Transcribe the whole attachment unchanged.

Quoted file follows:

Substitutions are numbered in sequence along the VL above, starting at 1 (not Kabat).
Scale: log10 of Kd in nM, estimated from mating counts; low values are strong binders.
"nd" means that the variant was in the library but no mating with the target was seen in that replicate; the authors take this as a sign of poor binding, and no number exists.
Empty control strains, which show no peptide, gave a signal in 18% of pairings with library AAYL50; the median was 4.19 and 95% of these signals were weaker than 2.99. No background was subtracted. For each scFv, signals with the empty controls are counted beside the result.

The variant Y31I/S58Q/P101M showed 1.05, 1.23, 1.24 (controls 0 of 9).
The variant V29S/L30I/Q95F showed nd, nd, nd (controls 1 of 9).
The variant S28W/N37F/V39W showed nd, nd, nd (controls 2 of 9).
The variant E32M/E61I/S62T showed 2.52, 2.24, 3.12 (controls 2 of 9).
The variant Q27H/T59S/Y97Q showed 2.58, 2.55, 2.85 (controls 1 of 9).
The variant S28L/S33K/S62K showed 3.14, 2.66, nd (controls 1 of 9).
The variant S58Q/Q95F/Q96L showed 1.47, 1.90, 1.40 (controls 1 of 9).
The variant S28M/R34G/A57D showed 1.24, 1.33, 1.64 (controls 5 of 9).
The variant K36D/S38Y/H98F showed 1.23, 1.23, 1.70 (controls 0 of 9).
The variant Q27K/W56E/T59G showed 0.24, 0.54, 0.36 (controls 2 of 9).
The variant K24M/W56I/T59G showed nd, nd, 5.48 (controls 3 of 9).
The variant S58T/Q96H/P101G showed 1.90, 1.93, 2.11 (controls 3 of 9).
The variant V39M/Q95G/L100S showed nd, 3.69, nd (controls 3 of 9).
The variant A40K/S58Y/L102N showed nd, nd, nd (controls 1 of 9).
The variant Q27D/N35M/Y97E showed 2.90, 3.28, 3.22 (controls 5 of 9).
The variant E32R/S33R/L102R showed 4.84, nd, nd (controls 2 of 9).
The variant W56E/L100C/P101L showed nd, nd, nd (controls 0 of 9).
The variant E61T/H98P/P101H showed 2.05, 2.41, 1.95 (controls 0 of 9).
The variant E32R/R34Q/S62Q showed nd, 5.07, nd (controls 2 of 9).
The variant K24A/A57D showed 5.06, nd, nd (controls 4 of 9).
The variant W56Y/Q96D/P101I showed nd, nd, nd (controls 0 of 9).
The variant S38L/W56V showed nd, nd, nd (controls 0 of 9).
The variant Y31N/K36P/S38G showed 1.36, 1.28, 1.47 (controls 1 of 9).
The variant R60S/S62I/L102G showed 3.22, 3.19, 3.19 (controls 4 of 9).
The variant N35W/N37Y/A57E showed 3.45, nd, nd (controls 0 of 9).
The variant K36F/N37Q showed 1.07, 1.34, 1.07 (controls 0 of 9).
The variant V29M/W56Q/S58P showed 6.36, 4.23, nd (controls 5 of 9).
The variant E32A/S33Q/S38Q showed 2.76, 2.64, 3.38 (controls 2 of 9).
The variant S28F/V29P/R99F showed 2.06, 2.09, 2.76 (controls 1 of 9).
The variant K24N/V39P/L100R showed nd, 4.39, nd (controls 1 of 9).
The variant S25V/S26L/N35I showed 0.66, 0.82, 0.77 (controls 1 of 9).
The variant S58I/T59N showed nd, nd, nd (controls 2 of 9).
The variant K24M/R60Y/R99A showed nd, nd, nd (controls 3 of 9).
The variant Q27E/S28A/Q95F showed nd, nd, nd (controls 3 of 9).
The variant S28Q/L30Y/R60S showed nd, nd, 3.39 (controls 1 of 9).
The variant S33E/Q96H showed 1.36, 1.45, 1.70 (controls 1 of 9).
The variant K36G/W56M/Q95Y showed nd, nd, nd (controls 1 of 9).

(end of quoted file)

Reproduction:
Substitutions are numbered in sequence along the VL above, starting at 1 (not Kabat).
Scale: log10 of Kd in nM, estimated from mating counts; low values are strong binders.
"nd" means that the variant was in the library but no mating with the target was seen in that replicate; the authors take this as a sign of poor binding, and no number exists.
Empty control strains, which show no peptide, gave a signal in 18% of pairings with library AAYL50; the median was 4.19 and 95% of these signals were weaker than 2.99. No background was subtracted. For each scFv, signals with the empty controls are counted beside the result.

The variant Y31I/S58Q/P101M showed 1.05, 1.23, 1.24 (controls 0 of 9).
The variant V29S/L30I/Q95F showed nd, nd, nd (controls 1 of 9).
The variant S28W/N37F/V39W showed nd, nd, nd (controls 2 of 9).
The variant E32M/E61I/S62T showed 2.52, 2.24, 3.12 (controls 2 of 9).
The variant Q27H/T59S/Y97Q showed 2.58, 2.55, 2.85 (controls 1 of 9).
The variant S28L/S33K/S62K showed 3.14, 2.66, nd (controls 1 of 9).
The variant S58Q/Q95F/Q96L showed 1.47, 1.90, 1.40 (controls 1 of 9).
The variant S28M/R34G/A57D showed 1.24, 1.33, 1.64 (controls 5 of 9).
The variant K36D/S38Y/H98F showed 1.23, 1.23, 1.70 (controls 0 of 9).
The variant Q27K/W56E/T59G showed 0.24, 0.54, 0.36 (controls 2 of 9).
The variant K24M/W56I/T59G showed nd, nd, 5.48 (controls 3 of 9).
The variant S58T/Q96H/P101G showed 1.90, 1.93, 2.11 (controls 3 of 9).
The variant V39M/Q95G/L100S showed nd, 3.69, nd (controls 3 of 9).
The variant A40K/S58Y/L102N showed nd, nd, nd (controls 1 of 9).
The variant Q27D/N35M/Y97E showed 2.90, 3.28, 3.22 (controls 5 of 9).
The variant E32R/S33R/L102R showed 4.84, nd, nd (controls 2 of 9).
The variant W56E/L100C/P101L showed nd, nd, nd (controls 0 of 9).
The variant E61T/H98P/P101H showed 2.05, 2.41, 1.95 (controls 0 of 9).
The variant E32R/R34Q/S62Q showed nd, 5.07, nd (controls 2 of 9).
The variant K24A/A57D showed 5.06, nd, nd (controls 4 of 9).
The variant W56Y/Q96D/P101I showed nd, nd, nd (controls 0 of 9).
The variant S38L/W56V showed nd, nd, nd (controls 0 of 9).
The variant Y31N/K36P/S38G showed 1.36, 1.28, 1.47 (controls 1 of 9).
The variant R60S/S62I/L102G showed 3.22, 3.19, 3.19 (controls 4 of 9).
The variant N35W/N37Y/A57E showed 3.45, nd, nd (controls 0 of 9).
The variant K36F/N37Q showed 1.07, 1.34, 1.07 (controls 0 of 9).
The variant V29M/W56Q/S58P showed 6.36, 4.23, nd (controls 5 of 9).
The variant E32A/S33Q/S38Q showed 2.76, 2.64, 3.38 (controls 2 of 9).
The variant S28F/V29P/R99F showed 2.06, 2.09, 2.76 (controls 1 of 9).
The variant K24N/V39P/L100R showed nd, 4.39, nd (controls 1 of 9).
The variant S25V/S26L/N35I showed 0.66, 0.82, 0.77 (controls 1 of 9).
The variant S58I/T59N showed nd, nd, nd (controls 2 of 9).
The variant K24M/R60Y/R99A showed nd, nd, nd (controls 3 of 9).
The variant Q27E/S28A/Q95F showed nd, nd, nd (controls 3 of 9).
The variant S28Q/L30Y/R60S showed nd, nd, 3.39 (controls 1 of 9).
The variant S33E/Q96H showed 1.36, 1.45, 1.70 (controls 1 of 9).
The variant K36G/W56M/Q95Y showed nd, nd, nd (controls 1 of 9).